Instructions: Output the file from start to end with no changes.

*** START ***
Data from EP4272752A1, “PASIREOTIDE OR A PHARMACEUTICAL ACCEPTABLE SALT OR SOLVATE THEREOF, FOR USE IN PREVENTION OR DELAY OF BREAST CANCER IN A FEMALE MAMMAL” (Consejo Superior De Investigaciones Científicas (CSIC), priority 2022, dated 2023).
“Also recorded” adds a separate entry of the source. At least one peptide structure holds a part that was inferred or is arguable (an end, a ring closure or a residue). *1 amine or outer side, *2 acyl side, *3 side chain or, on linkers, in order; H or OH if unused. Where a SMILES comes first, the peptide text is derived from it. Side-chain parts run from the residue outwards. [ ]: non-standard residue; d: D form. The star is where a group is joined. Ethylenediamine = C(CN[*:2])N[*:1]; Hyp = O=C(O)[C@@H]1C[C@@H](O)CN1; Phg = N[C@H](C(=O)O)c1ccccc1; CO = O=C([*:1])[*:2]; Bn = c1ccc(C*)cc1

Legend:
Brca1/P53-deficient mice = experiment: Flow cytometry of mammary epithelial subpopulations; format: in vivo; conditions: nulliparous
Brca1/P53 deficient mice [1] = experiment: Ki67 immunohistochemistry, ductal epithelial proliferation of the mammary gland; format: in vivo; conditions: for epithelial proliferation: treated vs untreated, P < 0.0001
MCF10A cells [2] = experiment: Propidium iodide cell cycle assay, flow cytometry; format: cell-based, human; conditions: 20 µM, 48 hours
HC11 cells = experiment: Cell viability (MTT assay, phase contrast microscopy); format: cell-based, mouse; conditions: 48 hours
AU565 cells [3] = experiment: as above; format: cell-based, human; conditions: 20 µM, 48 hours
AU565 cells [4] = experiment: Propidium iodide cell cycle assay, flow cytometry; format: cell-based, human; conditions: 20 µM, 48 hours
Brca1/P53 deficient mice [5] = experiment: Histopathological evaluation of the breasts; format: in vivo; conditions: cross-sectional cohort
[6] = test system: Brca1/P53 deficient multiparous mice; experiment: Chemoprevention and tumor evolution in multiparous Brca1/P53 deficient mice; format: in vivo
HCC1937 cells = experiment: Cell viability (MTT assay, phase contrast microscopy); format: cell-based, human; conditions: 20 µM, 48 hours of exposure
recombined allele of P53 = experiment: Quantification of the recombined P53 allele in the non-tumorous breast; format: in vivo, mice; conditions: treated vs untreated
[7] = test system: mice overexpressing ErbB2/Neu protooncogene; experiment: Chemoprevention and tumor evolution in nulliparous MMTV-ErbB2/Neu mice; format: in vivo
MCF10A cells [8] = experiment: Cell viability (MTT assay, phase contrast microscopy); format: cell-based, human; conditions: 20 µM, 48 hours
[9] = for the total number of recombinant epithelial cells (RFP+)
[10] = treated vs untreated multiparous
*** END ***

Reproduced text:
Data from EP4272752A1, “PASIREOTIDE OR A PHARMACEUTICAL ACCEPTABLE SALT OR SOLVATE THEREOF, FOR USE IN PREVENTION OR DELAY OF BREAST CANCER IN A FEMALE MAMMAL” (Consejo Superior De Investigaciones Científicas (CSIC), priority 2022, dated 2023).
“Also recorded” adds a separate entry of the source. At least one peptide structure holds a part that was inferred or is arguable (an end, a ring closure or a residue). *1 amine or outer side, *2 acyl side, *3 side chain or, on linkers, in order; H or OH if unused. Where a SMILES comes first, the peptide text is derived from it. Side-chain parts run from the residue outwards. [ ]: non-standard residue; d: D form. The star is where a group is joined. Ethylenediamine = C(CN[*:2])N[*:1]; Hyp = O=C(O)[C@@H]1C[C@@H](O)CN1; Phg = N[C@H](C(=O)O)c1ccccc1; CO = O=C([*:1])[*:2]; Bn = c1ccc(C*)cc1

Legend:
Brca1/P53-deficient mice = experiment: Flow cytometry of mammary epithelial subpopulations; format: in vivo; conditions: nulliparous
Brca1/P53 deficient mice [1] = experiment: Ki67 immunohistochemistry, ductal epithelial proliferation of the mammary gland; format: in vivo; conditions: for epithelial proliferation: treated vs untreated, P < 0.0001
MCF10A cells [2] = experiment: Propidium iodide cell cycle assay, flow cytometry; format: cell-based, human; conditions: 20 µM, 48 hours
HC11 cells = experiment: Cell viability (MTT assay, phase contrast microscopy); format: cell-based, mouse; conditions: 48 hours
AU565 cells [3] = experiment: as above; format: cell-based, human; conditions: 20 µM, 48 hours
AU565 cells [4] = experiment: Propidium iodide cell cycle assay, flow cytometry; format: cell-based, human; conditions: 20 µM, 48 hours
Brca1/P53 deficient mice [5] = experiment: Histopathological evaluation of the breasts; format: in vivo; conditions: cross-sectional cohort
[6] = test system: Brca1/P53 deficient multiparous mice; experiment: Chemoprevention and tumor evolution in multiparous Brca1/P53 deficient mice; format: in vivo
HCC1937 cells = experiment: Cell viability (MTT assay, phase contrast microscopy); format: cell-based, human; conditions: 20 µM, 48 hours of exposure
recombined allele of P53 = experiment: Quantification of the recombined P53 allele in the non-tumorous breast; format: in vivo, mice; conditions: treated vs untreated
[7] = test system: mice overexpressing ErbB2/Neu protooncogene; experiment: Chemoprevention and tumor evolution in nulliparous MMTV-ErbB2/Neu mice; format: in vivo
MCF10A cells [8] = experiment: Cell viability (MTT assay, phase contrast microscopy); format: cell-based, human; conditions: 20 µM, 48 hours
[9] = for the total number of recombinant epithelial cells (RFP+)
[10] = treated vs untreated multiparous